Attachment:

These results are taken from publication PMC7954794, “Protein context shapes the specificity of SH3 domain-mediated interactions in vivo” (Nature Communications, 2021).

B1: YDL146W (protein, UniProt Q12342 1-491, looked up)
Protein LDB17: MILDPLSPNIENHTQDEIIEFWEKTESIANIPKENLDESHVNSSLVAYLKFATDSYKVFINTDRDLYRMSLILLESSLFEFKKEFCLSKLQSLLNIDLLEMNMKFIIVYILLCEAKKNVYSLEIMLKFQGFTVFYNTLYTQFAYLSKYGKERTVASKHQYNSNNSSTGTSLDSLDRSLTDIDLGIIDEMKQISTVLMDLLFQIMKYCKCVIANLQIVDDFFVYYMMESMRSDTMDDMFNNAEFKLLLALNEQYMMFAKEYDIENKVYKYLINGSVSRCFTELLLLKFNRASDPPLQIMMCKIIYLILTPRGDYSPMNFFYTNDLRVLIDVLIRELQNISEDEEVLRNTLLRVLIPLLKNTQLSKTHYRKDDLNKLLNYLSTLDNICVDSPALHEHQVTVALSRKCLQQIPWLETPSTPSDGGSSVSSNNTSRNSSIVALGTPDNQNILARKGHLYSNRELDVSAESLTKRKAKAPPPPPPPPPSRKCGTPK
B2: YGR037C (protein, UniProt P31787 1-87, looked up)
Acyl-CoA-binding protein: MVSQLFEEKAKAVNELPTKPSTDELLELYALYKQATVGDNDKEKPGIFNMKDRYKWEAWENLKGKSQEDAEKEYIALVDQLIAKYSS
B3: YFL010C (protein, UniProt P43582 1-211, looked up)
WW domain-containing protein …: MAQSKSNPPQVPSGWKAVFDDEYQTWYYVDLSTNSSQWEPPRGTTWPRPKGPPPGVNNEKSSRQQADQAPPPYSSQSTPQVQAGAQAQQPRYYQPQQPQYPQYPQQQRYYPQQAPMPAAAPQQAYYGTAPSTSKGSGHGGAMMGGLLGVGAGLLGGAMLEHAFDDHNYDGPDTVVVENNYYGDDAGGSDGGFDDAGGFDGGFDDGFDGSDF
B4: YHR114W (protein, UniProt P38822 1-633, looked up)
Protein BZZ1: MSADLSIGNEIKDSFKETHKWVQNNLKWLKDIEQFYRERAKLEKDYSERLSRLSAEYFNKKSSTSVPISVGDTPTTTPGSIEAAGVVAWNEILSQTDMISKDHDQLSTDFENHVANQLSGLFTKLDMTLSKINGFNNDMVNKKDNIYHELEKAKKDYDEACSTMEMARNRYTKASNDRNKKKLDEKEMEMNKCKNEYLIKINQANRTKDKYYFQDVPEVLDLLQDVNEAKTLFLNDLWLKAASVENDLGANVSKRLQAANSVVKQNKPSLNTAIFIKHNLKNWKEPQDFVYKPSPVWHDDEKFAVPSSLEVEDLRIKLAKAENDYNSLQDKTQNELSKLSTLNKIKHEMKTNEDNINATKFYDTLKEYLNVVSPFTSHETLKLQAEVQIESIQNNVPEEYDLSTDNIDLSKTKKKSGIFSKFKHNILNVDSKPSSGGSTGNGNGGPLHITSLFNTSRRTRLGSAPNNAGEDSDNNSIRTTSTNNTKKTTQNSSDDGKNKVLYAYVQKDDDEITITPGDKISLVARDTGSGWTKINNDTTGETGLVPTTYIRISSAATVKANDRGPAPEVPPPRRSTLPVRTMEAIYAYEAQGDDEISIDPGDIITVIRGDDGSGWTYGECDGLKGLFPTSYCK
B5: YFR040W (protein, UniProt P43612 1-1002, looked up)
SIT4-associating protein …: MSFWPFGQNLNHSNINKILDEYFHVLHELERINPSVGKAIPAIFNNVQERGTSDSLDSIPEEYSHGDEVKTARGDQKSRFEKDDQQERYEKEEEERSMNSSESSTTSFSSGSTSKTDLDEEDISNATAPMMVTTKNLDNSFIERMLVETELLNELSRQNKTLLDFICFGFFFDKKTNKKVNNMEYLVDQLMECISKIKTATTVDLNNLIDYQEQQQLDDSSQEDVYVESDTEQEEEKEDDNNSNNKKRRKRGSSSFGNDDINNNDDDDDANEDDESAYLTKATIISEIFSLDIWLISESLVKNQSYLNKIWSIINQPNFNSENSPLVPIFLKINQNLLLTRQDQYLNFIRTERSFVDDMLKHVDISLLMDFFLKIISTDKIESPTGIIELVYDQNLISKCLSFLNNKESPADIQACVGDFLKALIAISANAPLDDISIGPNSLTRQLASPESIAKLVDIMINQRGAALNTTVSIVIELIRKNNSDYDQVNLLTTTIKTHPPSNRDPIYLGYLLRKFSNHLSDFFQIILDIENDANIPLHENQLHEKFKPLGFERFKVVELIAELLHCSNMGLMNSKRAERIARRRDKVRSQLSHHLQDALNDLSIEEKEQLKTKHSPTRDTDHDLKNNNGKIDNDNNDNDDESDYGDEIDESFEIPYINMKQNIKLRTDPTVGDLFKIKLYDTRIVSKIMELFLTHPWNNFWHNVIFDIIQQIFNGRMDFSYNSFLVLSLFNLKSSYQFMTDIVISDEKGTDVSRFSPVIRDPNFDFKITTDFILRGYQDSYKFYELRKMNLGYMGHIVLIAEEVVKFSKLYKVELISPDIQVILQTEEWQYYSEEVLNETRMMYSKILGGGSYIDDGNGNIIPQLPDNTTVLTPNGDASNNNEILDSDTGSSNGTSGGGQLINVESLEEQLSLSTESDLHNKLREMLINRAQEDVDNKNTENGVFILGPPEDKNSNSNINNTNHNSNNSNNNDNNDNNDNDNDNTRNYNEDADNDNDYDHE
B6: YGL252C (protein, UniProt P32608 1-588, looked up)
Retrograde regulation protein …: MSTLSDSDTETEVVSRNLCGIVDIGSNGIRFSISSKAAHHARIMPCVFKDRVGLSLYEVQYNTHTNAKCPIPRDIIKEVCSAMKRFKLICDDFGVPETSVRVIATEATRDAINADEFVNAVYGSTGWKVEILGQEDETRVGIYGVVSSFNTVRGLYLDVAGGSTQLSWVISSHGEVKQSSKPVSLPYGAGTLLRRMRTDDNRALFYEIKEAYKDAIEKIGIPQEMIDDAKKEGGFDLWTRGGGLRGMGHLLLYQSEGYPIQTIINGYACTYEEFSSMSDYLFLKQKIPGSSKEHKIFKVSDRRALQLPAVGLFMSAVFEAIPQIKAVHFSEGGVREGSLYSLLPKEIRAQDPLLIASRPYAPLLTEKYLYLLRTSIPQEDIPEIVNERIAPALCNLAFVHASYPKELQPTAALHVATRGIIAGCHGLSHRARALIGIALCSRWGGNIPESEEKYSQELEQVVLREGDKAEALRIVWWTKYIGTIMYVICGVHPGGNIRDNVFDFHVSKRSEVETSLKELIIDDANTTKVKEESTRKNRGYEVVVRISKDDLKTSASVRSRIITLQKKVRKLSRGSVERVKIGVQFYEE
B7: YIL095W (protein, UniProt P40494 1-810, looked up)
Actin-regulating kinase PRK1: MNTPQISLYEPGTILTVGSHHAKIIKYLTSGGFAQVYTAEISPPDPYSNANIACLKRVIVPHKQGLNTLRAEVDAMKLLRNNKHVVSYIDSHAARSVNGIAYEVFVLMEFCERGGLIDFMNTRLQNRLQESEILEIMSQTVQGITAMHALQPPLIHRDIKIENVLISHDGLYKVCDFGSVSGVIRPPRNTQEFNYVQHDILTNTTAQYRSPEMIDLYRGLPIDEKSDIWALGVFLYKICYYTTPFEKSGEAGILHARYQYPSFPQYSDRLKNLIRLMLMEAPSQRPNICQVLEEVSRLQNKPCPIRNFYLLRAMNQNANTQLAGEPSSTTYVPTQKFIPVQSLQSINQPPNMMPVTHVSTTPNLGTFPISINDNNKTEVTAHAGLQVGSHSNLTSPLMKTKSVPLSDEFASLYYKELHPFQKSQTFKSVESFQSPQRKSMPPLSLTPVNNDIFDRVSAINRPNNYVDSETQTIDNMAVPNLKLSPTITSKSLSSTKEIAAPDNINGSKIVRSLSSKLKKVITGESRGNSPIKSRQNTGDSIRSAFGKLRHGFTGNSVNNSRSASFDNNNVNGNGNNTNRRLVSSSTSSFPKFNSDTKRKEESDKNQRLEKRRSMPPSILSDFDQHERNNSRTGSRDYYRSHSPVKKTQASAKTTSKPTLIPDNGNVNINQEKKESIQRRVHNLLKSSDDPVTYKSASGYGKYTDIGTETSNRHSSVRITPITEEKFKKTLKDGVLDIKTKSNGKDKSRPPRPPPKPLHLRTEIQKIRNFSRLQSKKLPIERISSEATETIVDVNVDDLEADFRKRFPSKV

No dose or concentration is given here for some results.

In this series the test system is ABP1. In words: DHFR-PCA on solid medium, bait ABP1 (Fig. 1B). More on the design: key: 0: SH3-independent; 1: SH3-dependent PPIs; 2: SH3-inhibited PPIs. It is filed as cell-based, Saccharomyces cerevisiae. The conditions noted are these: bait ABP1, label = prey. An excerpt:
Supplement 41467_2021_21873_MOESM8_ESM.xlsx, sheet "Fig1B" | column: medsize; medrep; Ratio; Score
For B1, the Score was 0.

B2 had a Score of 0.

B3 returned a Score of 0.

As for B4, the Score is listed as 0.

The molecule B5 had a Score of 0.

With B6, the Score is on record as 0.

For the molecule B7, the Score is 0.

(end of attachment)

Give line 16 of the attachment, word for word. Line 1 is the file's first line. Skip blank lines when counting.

No dose or concentration is given here for some results.